Health care providers are by nature an altruistic bunch.  I have the honor of interviewing potential entries to my beloved profession as part of the admissions process at the newest Osteopathic Medical School in Indiana, Marian University.  The process is unique in that it does not simply ask the age old questions of “Why you want to be a physician ?”, (“Because I want to do primary care in a rural area”).  No, our probing involves scenarios in which they have to look at a social situation, identify their thoughts, those of the opposing views and then cohesively demonstrate intelligence, confidence, logical thought processes and humanity…all in an 8 minute period repeated 7 times.  Their responses juxtaposed against what I see in my day to day always gives me pause to think about how the practice of medicine has been so perverted by the promotion of self abdication of responsibility.  The “let your government do it for you” mantras and newest politically correct definitions of disabled (encompassing everything from melancholia to dislike of red M and M’s) have resulted in a major paradigm shift in medicine.  Whereas, the hospitals once touted their ability to heal all manner of maladies, they now recognize their cost ineffectiveness, more detrimental than beneficial care (just check the nutritional parameters of anyone pre and post hospitalization) and the downright danger of going to one, unless you are a burgeoning superbug. (more…)

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Wound care treatment explained at Rotary

Wound Care Solutions at Community Hospitals and Wellness Centers-Bryan

When treating people for wounds, the care team preforms both a comprehensive diagnosis and comprehensive treatment, Kathy Khandaker, director of wound care at Community Hospitals and Wellness Centers-Bryan, told the Bryan Rotary Club at its Friday meeting.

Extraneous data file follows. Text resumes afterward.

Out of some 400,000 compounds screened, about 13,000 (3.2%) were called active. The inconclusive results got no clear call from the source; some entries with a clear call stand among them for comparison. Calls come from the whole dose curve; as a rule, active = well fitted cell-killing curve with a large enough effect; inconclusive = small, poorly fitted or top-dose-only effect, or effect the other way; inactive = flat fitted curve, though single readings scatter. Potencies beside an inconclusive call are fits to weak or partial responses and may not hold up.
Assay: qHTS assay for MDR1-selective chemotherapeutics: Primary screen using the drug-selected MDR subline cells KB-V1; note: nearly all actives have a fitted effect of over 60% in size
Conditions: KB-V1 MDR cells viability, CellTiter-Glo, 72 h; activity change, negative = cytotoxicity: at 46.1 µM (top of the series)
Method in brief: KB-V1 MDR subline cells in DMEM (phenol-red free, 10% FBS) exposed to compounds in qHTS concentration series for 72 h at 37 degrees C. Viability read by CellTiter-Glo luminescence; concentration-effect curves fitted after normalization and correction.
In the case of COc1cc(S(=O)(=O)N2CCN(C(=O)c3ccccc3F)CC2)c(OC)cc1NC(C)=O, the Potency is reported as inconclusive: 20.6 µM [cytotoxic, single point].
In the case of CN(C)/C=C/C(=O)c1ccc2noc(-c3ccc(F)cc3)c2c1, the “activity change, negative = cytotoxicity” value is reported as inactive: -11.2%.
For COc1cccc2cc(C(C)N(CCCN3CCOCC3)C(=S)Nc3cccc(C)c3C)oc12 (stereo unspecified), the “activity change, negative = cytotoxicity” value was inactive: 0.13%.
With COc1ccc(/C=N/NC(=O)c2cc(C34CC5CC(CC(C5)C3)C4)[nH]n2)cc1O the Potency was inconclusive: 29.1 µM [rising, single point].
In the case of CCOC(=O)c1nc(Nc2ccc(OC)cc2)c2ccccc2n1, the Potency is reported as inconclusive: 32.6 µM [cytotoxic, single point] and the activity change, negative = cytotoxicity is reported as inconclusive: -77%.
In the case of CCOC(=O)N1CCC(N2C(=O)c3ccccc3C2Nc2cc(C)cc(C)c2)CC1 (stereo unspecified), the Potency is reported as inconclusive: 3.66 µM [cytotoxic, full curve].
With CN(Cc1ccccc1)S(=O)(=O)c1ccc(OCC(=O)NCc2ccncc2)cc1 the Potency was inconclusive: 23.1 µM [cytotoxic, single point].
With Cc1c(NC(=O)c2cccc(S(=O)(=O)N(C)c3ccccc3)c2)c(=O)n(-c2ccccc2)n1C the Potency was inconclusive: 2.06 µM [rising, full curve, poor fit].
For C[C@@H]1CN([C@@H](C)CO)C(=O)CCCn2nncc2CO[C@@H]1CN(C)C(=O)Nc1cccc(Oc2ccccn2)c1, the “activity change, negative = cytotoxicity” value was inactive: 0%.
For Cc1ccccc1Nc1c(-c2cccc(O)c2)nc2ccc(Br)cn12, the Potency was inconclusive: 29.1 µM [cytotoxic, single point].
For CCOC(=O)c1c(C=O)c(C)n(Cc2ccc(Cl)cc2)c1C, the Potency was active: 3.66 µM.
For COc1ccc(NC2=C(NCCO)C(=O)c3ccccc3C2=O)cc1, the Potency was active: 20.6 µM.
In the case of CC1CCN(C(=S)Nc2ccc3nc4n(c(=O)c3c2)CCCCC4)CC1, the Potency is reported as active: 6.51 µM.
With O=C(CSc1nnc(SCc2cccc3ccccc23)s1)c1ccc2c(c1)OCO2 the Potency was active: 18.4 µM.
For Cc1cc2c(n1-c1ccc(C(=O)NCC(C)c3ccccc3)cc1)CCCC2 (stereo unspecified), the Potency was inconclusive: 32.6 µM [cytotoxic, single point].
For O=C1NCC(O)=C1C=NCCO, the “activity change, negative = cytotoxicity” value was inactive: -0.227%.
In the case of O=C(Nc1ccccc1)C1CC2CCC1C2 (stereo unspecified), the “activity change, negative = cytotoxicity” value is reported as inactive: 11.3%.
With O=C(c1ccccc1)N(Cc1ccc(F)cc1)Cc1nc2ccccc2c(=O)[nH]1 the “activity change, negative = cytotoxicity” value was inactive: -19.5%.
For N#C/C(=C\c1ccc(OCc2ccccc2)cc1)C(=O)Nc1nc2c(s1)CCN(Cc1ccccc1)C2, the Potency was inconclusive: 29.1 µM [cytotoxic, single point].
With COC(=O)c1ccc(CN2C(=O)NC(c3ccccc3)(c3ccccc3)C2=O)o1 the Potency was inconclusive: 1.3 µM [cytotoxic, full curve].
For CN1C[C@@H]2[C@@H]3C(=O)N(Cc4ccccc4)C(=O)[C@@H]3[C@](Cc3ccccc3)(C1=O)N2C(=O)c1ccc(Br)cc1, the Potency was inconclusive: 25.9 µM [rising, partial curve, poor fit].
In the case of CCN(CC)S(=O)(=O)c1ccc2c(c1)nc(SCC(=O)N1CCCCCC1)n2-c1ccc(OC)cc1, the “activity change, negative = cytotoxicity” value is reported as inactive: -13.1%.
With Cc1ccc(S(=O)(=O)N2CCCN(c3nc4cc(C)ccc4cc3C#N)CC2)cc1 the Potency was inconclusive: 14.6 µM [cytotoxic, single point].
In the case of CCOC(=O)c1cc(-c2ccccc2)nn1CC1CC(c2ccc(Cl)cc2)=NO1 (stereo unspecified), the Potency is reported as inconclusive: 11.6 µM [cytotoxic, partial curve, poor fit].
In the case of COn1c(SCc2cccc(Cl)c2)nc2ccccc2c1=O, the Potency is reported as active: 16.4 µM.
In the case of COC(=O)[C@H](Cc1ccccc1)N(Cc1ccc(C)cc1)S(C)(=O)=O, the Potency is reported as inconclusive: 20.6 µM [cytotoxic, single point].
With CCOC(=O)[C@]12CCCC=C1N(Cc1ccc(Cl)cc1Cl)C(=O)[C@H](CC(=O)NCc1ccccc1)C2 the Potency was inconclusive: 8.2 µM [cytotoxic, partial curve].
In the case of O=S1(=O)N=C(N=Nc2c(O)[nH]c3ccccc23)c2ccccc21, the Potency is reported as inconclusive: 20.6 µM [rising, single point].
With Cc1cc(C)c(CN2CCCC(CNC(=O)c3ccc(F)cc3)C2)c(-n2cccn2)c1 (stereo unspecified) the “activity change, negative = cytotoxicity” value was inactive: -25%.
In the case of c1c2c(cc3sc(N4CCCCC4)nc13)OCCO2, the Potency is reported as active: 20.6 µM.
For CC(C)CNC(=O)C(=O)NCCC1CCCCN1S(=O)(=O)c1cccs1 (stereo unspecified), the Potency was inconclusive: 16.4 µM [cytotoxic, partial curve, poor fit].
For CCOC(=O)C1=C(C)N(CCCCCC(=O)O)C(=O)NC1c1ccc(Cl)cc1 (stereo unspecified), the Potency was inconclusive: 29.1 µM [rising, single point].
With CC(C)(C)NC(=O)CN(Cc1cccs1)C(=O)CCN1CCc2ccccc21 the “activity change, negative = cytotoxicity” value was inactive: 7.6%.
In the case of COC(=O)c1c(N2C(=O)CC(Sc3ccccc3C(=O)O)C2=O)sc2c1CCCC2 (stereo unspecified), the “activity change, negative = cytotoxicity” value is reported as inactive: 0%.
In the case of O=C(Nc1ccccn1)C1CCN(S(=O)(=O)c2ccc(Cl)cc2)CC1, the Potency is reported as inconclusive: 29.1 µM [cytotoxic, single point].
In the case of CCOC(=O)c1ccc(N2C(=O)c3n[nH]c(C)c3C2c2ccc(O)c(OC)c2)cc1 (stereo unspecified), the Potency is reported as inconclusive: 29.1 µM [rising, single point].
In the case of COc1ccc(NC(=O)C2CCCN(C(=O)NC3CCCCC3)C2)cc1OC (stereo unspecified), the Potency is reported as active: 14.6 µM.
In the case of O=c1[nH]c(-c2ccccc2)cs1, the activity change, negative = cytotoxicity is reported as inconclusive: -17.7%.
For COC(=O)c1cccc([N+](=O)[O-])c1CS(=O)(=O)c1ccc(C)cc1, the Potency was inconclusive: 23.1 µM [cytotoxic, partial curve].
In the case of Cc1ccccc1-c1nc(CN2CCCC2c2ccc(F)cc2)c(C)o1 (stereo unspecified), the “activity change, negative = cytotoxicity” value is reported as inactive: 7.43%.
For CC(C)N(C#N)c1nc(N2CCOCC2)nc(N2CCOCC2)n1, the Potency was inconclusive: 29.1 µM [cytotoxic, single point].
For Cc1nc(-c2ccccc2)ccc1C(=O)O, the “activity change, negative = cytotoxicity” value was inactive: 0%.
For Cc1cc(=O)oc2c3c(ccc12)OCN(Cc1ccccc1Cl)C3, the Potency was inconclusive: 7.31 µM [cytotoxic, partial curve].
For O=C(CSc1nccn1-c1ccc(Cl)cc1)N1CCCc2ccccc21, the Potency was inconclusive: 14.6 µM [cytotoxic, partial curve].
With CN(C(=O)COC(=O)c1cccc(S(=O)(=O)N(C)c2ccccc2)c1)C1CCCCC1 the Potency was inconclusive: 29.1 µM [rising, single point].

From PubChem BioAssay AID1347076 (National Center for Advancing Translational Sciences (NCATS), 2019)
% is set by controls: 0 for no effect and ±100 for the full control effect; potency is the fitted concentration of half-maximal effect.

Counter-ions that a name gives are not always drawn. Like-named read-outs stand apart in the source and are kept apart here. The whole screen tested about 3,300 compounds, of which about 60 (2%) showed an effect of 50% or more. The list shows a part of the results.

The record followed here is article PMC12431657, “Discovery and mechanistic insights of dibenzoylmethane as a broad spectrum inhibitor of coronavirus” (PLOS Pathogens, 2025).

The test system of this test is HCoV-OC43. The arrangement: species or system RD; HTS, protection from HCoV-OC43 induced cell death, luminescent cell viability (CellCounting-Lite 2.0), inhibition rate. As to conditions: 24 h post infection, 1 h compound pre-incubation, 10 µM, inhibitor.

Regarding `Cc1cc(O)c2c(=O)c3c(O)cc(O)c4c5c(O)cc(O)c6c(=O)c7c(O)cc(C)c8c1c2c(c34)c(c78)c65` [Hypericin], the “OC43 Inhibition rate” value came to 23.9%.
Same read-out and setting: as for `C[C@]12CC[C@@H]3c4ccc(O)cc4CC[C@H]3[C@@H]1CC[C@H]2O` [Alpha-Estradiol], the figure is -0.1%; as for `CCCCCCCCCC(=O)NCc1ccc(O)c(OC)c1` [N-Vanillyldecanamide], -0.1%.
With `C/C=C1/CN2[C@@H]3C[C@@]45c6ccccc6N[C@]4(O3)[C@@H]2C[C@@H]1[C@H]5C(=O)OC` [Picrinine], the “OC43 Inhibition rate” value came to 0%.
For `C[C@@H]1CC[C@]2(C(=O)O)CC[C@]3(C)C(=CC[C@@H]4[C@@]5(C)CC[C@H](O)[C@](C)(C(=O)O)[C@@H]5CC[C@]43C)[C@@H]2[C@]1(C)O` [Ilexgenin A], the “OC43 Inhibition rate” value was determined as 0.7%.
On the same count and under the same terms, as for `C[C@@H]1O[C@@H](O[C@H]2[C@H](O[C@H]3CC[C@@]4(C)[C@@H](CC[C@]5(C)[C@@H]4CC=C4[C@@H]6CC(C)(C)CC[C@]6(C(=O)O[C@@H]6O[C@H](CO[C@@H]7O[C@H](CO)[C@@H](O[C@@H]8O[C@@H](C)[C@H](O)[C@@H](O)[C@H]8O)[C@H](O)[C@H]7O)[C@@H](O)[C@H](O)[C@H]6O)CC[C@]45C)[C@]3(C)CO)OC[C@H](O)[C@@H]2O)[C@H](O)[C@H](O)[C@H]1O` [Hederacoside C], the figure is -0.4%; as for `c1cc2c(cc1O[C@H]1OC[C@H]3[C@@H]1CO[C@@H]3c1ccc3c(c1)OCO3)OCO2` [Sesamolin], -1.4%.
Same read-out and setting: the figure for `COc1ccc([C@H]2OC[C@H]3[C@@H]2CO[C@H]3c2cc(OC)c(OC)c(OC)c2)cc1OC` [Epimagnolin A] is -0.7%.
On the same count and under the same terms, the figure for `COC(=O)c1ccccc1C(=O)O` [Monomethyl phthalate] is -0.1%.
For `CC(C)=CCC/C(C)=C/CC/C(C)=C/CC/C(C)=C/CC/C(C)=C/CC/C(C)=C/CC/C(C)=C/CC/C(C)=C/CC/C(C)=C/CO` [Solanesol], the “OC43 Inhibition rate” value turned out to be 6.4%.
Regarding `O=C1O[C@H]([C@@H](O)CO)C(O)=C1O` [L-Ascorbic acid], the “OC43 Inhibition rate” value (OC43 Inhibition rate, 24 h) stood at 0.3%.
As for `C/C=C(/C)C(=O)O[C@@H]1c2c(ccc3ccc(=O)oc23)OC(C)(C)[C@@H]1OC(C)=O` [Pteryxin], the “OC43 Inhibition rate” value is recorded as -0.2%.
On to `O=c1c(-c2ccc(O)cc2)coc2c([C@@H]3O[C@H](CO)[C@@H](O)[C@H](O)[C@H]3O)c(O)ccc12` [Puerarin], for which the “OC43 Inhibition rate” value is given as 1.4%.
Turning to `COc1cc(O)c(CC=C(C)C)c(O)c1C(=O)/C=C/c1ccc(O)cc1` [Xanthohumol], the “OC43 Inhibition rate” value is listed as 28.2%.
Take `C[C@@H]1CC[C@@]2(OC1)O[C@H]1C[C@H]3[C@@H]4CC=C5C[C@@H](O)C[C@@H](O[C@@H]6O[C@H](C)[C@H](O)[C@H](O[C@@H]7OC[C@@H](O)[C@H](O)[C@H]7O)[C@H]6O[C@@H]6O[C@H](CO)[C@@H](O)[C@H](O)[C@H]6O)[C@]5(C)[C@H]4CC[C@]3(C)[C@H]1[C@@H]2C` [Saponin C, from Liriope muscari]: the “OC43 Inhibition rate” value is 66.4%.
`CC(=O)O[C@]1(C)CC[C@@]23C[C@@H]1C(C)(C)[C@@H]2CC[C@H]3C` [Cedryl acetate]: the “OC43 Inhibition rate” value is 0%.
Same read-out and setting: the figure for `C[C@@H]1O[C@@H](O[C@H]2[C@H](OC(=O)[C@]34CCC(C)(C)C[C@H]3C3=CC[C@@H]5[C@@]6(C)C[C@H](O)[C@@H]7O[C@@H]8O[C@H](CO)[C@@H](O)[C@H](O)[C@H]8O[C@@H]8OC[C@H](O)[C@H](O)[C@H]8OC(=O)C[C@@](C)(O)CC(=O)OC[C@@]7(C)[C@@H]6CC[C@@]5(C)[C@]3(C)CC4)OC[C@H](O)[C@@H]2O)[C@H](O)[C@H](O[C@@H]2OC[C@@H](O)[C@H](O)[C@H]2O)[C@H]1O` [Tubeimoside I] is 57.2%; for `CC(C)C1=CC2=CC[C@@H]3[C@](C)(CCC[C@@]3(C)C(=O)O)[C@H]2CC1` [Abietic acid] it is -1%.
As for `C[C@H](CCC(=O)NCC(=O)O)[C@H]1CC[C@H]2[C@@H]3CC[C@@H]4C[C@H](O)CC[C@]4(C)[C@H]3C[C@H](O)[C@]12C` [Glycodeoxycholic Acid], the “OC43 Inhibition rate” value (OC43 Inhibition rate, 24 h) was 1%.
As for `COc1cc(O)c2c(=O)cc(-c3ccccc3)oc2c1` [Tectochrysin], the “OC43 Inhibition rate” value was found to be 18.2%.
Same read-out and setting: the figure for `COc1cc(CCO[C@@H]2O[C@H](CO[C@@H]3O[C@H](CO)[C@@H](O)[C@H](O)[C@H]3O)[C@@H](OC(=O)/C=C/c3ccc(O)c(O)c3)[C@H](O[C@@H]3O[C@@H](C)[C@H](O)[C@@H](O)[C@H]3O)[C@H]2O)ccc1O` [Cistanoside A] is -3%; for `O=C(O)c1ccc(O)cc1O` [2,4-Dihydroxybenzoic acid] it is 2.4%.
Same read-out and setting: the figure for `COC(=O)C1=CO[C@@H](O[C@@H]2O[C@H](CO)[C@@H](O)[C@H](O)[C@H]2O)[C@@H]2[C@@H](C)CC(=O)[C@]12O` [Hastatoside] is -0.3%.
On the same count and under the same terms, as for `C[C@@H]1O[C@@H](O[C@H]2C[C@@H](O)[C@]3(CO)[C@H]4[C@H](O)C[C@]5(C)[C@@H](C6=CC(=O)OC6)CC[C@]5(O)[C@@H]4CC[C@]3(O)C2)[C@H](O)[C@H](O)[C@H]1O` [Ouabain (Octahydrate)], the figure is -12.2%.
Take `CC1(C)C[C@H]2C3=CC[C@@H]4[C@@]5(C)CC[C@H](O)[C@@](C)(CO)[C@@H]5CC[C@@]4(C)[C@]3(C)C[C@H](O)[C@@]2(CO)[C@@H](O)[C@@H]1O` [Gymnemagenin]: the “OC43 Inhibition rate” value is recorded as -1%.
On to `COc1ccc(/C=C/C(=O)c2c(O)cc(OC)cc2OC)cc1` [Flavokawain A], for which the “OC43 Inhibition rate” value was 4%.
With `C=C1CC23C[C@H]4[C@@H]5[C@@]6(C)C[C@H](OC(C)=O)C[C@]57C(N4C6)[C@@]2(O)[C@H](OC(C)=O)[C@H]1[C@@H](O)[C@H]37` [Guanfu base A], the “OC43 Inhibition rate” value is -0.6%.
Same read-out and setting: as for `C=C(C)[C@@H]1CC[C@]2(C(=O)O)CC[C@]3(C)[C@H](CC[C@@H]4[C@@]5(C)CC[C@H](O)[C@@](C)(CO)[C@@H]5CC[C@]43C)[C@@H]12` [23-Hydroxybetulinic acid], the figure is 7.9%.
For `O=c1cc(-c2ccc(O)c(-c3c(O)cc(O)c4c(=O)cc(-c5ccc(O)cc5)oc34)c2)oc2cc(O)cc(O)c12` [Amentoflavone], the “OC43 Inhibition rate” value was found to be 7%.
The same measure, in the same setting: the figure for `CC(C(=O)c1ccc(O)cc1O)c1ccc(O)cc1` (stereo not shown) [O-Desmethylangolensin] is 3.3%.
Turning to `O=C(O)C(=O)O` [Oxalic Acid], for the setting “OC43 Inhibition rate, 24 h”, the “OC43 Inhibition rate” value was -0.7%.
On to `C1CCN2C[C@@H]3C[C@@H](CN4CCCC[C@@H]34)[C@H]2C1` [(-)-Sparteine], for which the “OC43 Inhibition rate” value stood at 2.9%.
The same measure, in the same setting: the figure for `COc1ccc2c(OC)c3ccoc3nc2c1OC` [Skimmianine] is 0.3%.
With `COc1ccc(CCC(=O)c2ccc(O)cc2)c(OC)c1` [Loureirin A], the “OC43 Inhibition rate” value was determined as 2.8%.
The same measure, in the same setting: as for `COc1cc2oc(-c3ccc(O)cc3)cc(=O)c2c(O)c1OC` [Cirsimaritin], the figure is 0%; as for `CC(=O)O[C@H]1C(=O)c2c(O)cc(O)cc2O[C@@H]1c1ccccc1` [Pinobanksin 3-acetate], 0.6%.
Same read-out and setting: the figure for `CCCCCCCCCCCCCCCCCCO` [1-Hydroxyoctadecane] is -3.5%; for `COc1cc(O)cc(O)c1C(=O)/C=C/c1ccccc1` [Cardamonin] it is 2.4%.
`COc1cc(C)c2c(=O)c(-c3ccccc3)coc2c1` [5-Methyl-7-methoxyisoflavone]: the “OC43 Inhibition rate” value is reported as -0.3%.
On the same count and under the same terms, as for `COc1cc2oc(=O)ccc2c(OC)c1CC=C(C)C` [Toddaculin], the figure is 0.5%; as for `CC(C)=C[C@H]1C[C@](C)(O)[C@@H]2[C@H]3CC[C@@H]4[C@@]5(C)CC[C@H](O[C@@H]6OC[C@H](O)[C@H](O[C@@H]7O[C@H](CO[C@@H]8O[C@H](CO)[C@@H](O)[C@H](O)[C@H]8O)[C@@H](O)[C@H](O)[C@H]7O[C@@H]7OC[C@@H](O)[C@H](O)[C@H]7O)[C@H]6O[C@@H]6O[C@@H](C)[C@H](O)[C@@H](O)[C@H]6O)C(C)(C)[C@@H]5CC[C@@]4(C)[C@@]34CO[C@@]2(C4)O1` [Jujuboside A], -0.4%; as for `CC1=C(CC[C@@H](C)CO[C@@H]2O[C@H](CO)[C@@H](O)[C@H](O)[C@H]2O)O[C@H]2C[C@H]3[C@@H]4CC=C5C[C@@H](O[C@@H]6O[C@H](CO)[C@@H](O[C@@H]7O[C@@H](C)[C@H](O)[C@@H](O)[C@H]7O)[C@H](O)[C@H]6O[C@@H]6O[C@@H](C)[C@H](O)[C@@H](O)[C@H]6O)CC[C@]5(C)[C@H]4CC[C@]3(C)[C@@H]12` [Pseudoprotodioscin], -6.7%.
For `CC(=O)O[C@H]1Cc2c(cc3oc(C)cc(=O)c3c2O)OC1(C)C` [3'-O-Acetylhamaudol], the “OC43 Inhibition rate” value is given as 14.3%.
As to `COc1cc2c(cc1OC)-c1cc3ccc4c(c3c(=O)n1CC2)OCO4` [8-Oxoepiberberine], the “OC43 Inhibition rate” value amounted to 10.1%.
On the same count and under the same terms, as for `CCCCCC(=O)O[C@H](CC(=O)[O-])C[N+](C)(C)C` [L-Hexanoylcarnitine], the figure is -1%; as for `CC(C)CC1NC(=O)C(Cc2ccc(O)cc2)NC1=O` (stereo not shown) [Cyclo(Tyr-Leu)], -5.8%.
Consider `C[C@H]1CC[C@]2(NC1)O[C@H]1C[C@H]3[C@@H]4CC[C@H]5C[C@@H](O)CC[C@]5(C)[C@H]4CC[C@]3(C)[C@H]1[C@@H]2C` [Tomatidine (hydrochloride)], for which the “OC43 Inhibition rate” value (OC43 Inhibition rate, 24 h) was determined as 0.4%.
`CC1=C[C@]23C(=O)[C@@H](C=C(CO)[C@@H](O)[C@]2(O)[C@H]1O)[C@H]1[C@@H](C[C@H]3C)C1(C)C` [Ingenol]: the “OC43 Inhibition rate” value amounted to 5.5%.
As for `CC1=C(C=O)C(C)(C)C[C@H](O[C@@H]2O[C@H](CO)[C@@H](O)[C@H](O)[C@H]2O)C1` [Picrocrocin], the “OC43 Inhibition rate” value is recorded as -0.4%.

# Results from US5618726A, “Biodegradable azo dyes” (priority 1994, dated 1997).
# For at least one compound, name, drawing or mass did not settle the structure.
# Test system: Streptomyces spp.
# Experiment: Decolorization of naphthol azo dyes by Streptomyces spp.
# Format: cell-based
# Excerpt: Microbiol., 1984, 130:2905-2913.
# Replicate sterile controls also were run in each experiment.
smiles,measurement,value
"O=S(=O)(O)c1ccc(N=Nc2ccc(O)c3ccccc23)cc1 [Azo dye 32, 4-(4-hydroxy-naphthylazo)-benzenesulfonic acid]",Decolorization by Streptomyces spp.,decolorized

The wound care clinic opened at CHWC in 2006, added ostomy care in 2007, continence care in 2010 and added a full-time physician in 2015. The care team includes a wound care nurse, a hyperbaric oxygen therapy technician and a receptionist in addition to the physician. (more…)

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Managing chronic venous leg ulcers — what’s the latest evidence?

Managing chronic venous leg ulcers — what’s the latest evidence?

Chronic venous leg ulcers (CVLUs) affect nearly 2.2 million Americans annually, including an estimated 3.6% of people over the age of 65. Given that CVLU risk increases with age, the global incidence is predicted to escalate dramatically because of the growing population of older adults. Annual CVLU treatment-related costs to the U.S. healthcare system alone are upwards of $3.5 billion, which are directly related to long healing times and recurrence rates of over 50%.

CVLUs are not only challenging and costly to treat, but the associated morbidity significantly reduces quality of life. That makes it critical for clinicians to choose evidence-based treatment strategies to achieve maximum healing outcomes and minimize recurrence rates of these common debilitating conditions. These strategies, which include compression therapy, specialized dressings, topical and oral medications, and surgery, are used to reduce edema, facilitate healing, and avert recurrence. (more…)

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Frequently asked questions about support surfaces

The National Pressure Ulcer Advisory Panel (NPUAP) describes support surfaces as “specialized devices for pressure redistribution designed for management of tissue loads, microclimate, and/or other therapeutic functions.” These devices include specialized mattresses, mattress overlays, chair cushions, and pads used on transport stretchers, operating room (OR) tables, examination or procedure tables, and gurneys. Some support surfaces are part of an integrated bed system, which combines the bed frame and support surface into a single unit. (more…)

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Preparing the wound bed: Basic strategies, novel methods

The goal of wound-bed preparation is to create a stable, well-vascularized environment that aids healing of chronic wounds. Without proper preparation, even the most expensive wound-care products and devices are unlikely to produce positive outcomes.

To best prepare the wound bed, you need to understand wound healing physiology and wound care basics, as well as how to evaluate the patient’s overall health and manage wounds that don’t respond to treatment. (See Normal wound healing.) (more…)